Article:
“ExCUSE me?” snapped Connie, putting the full weight of her rank and years of service into her voice (and her frustrations with Gabriel, for good measure). The Harbormaster visibly recoiled.

Challenger is, um, cleared to depart, all departure lanes are clear. Starbase 136 out.” The Harbormaster cut the channel before Connie could really lay into him. She growled in frustration, then took a deep breath and went back to her pre-launch duties.

* * * * * * * * * * * * *

Slightly less than one hour later, various umbilicals detached from Challenger, retracting back towards the dock arms. Challenger’s running lights came up, followed by jets of ionized plasma from her RCS thrusters, pushing her away from the station. As Challenger picked up speed and backed away from the berth, another starship hove into view, tended reverently by a Bulldog-class tug and several heavy-lift shuttlecraft. Despite the catastrophic battle damage she wore, she was instantly recognizable. There was only one ship of that class still in service, only one ship with that unmistakable profile.

Enterprise,” whispered Gabriel. “Gods above and gods below.” Everyone on the bridge stopped and stared at the main screen as the shattered ship was oh-so-gently moved into the berth next to the one Challenger had just barely vacated. Acting on a gut feeling, Gabriel used his internal connection to Challenger’s computer to direct a power spike to the starboard lateral sensors, all but one pallet. Everyone on the bridge winced at the screech of feedback.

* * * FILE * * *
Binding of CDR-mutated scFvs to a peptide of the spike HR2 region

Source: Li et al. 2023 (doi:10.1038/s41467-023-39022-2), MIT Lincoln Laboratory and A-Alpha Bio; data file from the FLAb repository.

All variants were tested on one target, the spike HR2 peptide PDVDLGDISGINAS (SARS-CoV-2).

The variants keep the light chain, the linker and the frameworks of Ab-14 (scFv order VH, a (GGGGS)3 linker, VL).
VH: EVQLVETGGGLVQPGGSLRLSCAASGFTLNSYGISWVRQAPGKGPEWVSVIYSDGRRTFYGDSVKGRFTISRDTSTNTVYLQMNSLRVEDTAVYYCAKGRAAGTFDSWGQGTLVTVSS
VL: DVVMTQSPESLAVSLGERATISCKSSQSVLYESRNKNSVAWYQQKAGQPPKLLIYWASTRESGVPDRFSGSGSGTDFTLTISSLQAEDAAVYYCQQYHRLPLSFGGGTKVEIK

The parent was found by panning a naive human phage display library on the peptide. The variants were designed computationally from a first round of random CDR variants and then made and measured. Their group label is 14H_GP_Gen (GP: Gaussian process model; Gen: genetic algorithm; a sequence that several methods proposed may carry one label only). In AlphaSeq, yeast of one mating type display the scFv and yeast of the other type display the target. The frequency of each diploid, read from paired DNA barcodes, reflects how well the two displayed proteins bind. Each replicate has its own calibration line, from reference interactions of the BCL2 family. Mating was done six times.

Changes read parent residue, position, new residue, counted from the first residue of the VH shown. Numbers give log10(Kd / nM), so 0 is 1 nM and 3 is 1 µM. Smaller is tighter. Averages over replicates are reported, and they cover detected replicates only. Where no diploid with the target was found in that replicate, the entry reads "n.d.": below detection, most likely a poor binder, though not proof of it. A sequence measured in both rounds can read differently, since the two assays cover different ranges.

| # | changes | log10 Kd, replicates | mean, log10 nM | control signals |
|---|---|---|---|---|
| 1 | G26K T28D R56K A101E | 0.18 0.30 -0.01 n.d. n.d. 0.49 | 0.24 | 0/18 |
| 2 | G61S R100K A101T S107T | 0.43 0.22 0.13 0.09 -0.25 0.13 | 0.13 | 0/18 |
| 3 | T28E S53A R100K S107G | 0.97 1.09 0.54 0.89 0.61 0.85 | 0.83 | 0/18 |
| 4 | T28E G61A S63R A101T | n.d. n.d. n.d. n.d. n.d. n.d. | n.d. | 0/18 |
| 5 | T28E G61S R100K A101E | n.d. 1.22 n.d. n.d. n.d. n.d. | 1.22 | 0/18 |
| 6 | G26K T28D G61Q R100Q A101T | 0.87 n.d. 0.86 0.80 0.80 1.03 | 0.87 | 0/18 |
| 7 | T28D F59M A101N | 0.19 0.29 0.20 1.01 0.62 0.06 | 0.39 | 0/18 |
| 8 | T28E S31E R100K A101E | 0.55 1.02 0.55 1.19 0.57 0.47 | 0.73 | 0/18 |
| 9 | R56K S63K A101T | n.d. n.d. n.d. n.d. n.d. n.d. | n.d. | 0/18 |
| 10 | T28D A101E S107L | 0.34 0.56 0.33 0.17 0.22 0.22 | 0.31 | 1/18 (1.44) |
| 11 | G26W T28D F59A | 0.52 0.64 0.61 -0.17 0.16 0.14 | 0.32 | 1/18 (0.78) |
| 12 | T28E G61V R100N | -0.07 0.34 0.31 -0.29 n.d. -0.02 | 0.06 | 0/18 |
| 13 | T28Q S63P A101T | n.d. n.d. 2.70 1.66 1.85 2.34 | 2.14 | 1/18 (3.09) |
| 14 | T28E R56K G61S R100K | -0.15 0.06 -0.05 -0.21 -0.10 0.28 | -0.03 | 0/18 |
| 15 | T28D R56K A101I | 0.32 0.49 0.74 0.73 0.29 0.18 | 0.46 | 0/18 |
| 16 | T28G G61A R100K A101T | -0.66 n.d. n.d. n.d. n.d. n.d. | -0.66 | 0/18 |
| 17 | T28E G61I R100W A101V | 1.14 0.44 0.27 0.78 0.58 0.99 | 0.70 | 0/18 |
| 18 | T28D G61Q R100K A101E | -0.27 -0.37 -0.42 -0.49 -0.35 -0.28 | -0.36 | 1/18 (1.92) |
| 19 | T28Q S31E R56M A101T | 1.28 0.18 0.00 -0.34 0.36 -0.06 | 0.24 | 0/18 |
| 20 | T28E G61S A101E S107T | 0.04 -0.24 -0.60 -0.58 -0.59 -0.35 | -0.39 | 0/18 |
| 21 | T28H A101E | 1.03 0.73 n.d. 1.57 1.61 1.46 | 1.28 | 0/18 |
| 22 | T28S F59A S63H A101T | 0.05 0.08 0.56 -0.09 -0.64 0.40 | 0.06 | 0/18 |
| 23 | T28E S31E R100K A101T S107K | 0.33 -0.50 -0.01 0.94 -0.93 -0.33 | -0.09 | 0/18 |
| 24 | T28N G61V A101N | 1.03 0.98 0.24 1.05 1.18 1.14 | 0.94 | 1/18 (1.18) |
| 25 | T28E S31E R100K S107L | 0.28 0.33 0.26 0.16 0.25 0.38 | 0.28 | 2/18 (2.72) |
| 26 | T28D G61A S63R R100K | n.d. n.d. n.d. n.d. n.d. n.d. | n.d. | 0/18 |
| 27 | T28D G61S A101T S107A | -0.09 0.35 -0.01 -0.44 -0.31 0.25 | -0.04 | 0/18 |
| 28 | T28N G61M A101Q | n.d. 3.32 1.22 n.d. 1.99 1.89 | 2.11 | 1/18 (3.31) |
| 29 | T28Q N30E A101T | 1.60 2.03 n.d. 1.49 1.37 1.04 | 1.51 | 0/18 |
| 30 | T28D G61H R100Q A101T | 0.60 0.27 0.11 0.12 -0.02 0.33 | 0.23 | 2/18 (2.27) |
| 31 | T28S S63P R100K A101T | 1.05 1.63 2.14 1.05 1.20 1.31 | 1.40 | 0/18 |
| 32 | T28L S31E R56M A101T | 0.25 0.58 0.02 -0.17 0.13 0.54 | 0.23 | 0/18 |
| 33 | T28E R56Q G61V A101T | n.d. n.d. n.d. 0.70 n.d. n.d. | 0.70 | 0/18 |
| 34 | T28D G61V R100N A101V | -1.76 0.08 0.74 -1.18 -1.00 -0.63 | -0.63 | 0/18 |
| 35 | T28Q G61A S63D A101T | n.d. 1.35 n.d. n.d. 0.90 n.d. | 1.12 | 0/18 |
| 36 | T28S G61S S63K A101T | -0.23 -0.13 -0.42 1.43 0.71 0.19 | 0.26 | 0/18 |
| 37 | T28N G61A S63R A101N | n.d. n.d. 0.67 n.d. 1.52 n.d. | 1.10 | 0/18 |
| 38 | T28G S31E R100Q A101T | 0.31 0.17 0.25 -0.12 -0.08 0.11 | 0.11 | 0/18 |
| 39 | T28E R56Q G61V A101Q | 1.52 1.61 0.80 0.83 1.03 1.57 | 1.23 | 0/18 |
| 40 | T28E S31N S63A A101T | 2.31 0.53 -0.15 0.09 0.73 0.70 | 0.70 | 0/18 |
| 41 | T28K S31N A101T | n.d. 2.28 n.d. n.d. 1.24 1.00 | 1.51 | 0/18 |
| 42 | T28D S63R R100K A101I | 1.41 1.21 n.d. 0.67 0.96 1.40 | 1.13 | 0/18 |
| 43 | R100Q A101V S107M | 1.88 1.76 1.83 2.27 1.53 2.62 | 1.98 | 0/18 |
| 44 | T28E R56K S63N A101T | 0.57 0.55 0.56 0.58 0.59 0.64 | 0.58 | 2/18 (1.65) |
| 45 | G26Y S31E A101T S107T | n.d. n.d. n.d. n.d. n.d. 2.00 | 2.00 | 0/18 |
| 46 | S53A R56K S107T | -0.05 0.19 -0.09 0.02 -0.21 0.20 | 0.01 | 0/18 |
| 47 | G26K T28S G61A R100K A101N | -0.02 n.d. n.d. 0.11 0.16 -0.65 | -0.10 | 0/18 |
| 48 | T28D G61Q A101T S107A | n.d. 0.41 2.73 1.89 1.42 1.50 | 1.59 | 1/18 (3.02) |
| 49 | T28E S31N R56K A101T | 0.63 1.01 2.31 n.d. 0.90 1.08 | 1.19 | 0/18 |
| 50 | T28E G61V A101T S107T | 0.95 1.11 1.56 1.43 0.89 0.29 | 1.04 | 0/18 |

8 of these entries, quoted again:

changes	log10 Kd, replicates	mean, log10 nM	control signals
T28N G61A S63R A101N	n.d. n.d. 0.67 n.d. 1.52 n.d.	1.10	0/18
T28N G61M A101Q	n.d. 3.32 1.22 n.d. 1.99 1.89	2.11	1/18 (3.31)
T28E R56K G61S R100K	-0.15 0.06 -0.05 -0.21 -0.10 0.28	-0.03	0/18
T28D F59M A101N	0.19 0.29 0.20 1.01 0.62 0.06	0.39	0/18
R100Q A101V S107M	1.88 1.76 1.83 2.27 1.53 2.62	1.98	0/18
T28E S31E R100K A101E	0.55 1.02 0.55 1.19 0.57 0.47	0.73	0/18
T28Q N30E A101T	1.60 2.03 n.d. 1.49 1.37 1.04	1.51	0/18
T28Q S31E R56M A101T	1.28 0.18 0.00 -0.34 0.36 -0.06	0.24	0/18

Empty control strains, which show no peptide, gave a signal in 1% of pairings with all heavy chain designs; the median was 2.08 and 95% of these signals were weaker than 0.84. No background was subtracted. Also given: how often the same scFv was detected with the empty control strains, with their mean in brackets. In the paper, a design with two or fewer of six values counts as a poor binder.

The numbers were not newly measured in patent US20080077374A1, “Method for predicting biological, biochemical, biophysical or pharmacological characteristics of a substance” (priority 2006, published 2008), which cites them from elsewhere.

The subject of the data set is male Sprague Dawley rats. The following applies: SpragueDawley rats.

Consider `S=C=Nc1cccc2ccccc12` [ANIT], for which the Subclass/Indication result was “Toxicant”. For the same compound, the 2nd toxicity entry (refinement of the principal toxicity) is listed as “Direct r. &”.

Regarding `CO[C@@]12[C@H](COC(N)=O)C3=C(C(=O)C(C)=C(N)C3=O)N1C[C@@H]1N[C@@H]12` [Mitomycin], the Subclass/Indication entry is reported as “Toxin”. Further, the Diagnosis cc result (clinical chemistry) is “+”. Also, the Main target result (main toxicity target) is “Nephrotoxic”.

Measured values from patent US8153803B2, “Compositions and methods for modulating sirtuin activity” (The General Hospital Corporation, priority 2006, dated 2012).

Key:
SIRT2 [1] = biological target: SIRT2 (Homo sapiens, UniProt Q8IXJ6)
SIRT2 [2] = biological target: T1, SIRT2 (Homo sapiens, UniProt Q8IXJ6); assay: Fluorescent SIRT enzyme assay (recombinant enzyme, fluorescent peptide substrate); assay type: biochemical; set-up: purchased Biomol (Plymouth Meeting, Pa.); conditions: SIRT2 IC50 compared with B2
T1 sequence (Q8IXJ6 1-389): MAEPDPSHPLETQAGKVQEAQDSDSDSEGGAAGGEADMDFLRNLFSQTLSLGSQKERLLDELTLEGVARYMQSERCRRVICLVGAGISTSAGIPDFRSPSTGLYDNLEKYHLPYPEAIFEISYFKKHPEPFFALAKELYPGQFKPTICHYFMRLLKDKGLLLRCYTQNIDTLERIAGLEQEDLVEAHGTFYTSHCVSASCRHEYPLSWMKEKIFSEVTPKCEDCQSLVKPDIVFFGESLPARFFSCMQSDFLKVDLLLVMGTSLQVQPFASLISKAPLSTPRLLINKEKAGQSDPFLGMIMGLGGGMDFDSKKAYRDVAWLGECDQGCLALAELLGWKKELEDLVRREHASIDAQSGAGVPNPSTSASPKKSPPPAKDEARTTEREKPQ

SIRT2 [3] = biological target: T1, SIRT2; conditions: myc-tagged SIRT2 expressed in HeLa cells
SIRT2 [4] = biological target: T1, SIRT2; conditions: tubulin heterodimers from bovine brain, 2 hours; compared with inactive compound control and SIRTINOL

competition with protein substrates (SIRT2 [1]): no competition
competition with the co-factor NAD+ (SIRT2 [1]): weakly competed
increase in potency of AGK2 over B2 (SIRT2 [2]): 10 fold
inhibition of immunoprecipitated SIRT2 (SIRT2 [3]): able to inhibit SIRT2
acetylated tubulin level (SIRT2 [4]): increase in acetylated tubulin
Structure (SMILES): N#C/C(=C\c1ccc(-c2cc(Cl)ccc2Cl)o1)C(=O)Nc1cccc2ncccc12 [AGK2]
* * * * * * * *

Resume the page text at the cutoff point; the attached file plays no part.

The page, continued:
The face of LCDR Kumon abruptly appeared on the main screen. “Challenger, what the hell was that?”

Gabriel turned to the MSD at the back of the bridge while Connie consulted the Sciences station; it was Connie who responded first.

“Some sort of power surge in the EPS grid.. not sure why. No effect to ship systems, though, other than some audio feedback. Anything on your end?”

“No. Did those sensors record anything?”